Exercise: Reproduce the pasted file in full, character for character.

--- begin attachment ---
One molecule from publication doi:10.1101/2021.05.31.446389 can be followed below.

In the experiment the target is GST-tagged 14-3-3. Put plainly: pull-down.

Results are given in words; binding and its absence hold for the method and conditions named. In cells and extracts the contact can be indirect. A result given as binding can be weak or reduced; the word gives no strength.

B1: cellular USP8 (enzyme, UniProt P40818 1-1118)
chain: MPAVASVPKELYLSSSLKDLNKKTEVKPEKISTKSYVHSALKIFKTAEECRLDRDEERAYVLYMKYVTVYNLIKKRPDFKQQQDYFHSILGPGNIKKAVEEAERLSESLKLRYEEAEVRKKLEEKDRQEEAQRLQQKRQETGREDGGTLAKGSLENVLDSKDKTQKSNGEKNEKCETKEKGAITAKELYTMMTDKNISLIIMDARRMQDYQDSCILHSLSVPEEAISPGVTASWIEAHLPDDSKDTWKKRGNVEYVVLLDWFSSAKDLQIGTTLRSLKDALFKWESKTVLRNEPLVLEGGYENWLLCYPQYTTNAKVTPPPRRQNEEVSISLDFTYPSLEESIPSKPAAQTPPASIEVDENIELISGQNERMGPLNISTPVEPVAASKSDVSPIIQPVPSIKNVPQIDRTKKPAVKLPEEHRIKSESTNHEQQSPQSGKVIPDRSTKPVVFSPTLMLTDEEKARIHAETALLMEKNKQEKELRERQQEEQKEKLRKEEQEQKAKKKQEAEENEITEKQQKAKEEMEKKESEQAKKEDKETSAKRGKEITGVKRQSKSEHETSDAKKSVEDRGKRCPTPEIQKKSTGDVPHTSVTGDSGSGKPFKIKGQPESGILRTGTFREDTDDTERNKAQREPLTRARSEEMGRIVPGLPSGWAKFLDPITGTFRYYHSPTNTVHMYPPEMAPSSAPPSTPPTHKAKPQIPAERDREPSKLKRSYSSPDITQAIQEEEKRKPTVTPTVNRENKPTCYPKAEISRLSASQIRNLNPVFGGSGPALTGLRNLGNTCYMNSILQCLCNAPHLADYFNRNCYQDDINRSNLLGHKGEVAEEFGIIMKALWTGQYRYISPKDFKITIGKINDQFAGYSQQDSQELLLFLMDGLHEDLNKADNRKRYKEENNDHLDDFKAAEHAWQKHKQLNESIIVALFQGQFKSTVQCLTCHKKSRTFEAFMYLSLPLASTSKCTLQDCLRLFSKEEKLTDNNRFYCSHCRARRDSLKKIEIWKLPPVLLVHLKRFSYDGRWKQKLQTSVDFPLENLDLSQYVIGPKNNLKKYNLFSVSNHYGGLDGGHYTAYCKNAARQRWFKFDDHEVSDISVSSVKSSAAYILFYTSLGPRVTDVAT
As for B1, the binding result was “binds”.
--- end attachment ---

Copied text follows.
One molecule from publication doi:10.1101/2021.05.31.446389 can be followed below.

In the experiment the target is GST-tagged 14-3-3. Put plainly: pull-down.

Results are given in words; binding and its absence hold for the method and conditions named. In cells and extracts the contact can be indirect. A result given as binding can be weak or reduced; the word gives no strength.

B1: cellular USP8 (enzyme, UniProt P40818 1-1118)
chain: MPAVASVPKELYLSSSLKDLNKKTEVKPEKISTKSYVHSALKIFKTAEECRLDRDEERAYVLYMKYVTVYNLIKKRPDFKQQQDYFHSILGPGNIKKAVEEAERLSESLKLRYEEAEVRKKLEEKDRQEEAQRLQQKRQETGREDGGTLAKGSLENVLDSKDKTQKSNGEKNEKCETKEKGAITAKELYTMMTDKNISLIIMDARRMQDYQDSCILHSLSVPEEAISPGVTASWIEAHLPDDSKDTWKKRGNVEYVVLLDWFSSAKDLQIGTTLRSLKDALFKWESKTVLRNEPLVLEGGYENWLLCYPQYTTNAKVTPPPRRQNEEVSISLDFTYPSLEESIPSKPAAQTPPASIEVDENIELISGQNERMGPLNISTPVEPVAASKSDVSPIIQPVPSIKNVPQIDRTKKPAVKLPEEHRIKSESTNHEQQSPQSGKVIPDRSTKPVVFSPTLMLTDEEKARIHAETALLMEKNKQEKELRERQQEEQKEKLRKEEQEQKAKKKQEAEENEITEKQQKAKEEMEKKESEQAKKEDKETSAKRGKEITGVKRQSKSEHETSDAKKSVEDRGKRCPTPEIQKKSTGDVPHTSVTGDSGSGKPFKIKGQPESGILRTGTFREDTDDTERNKAQREPLTRARSEEMGRIVPGLPSGWAKFLDPITGTFRYYHSPTNTVHMYPPEMAPSSAPPSTPPTHKAKPQIPAERDREPSKLKRSYSSPDITQAIQEEEKRKPTVTPTVNRENKPTCYPKAEISRLSASQIRNLNPVFGGSGPALTGLRNLGNTCYMNSILQCLCNAPHLADYFNRNCYQDDINRSNLLGHKGEVAEEFGIIMKALWTGQYRYISPKDFKITIGKINDQFAGYSQQDSQELLLFLMDGLHEDLNKADNRKRYKEENNDHLDDFKAAEHAWQKHKQLNESIIVALFQGQFKSTVQCLTCHKKSRTFEAFMYLSLPLASTSKCTLQDCLRLFSKEEKLTDNNRFYCSHCRARRDSLKKIEIWKLPPVLLVHLKRFSYDGRWKQKLQTSVDFPLENLDLSQYVIGPKNNLKKYNLFSVSNHYGGLDGGHYTAYCKNAARQRWFKFDDHEVSDISVSSVKSSAAYILFYTSLGPRVTDVAT
As for B1, the binding result was “binds”.